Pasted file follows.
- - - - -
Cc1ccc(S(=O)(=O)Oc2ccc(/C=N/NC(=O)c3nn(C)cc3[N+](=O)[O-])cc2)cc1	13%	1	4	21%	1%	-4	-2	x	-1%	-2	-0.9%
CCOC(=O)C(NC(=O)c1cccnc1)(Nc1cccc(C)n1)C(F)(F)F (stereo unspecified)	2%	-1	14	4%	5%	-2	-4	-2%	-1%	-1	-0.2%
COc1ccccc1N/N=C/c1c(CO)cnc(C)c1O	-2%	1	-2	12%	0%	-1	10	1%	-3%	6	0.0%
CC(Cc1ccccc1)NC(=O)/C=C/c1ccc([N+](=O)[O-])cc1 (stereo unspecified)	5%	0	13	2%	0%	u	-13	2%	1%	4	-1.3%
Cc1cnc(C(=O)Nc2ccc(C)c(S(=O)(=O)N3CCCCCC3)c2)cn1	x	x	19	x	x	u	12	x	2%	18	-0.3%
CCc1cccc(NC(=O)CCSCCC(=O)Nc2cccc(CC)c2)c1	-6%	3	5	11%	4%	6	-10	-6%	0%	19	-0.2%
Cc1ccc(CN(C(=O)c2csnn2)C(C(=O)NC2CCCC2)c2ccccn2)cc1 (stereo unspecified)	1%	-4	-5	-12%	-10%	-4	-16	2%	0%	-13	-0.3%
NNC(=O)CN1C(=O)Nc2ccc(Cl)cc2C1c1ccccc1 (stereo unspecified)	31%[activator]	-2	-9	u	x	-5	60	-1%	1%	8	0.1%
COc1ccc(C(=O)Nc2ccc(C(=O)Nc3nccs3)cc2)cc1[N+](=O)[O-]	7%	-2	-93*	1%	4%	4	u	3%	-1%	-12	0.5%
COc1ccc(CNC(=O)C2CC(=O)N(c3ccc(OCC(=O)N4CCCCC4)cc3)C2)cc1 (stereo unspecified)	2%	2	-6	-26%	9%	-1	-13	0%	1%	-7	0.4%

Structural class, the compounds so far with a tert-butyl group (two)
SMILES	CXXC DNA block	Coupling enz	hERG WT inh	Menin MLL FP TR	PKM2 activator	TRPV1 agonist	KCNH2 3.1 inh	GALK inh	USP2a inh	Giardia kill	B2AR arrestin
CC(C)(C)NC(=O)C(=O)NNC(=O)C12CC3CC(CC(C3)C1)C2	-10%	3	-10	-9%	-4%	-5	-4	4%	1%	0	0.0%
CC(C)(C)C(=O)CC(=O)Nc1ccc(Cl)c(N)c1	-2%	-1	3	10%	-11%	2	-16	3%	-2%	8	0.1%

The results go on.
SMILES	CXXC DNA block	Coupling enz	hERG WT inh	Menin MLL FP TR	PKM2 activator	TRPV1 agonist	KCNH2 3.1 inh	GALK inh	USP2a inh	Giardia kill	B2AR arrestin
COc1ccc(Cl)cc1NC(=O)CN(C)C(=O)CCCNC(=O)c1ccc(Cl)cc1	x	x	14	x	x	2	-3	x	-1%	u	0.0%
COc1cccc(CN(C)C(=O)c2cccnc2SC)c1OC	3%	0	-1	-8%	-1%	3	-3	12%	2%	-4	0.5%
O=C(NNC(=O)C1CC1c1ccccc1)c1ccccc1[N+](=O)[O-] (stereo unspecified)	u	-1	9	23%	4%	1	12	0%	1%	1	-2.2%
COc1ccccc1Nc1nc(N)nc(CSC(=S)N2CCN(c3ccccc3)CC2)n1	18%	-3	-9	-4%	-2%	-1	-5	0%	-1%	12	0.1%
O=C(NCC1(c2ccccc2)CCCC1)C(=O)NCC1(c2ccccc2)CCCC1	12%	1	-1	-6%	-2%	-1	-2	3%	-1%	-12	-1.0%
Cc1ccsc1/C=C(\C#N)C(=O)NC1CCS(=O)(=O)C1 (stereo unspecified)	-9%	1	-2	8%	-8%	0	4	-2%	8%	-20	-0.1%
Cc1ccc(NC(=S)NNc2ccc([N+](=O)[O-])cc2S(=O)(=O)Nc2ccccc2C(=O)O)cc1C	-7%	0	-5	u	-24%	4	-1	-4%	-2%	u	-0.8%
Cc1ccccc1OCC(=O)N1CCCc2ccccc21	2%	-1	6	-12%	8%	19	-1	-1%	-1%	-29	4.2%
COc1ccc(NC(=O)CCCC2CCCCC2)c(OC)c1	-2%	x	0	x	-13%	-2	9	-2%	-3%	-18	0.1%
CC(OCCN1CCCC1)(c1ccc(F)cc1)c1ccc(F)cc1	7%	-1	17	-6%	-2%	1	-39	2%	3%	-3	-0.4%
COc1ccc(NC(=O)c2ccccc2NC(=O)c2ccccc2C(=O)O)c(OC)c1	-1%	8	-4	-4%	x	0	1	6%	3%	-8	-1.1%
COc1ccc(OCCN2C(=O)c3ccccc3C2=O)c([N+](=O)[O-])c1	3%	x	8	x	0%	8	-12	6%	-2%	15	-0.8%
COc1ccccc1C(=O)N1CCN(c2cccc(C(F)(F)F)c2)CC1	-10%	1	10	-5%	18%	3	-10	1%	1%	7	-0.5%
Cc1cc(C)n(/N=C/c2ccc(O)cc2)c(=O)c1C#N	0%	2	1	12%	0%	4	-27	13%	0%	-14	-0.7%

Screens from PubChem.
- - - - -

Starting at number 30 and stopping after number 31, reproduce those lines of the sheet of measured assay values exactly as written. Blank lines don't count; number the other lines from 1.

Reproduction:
Cc1cc(C)n(/N=C/c2ccc(O)cc2)c(=O)c1C#N	0%	2	1	12%	0%	4	-27	13%	0%	-14	-0.7%

Screens from PubChem.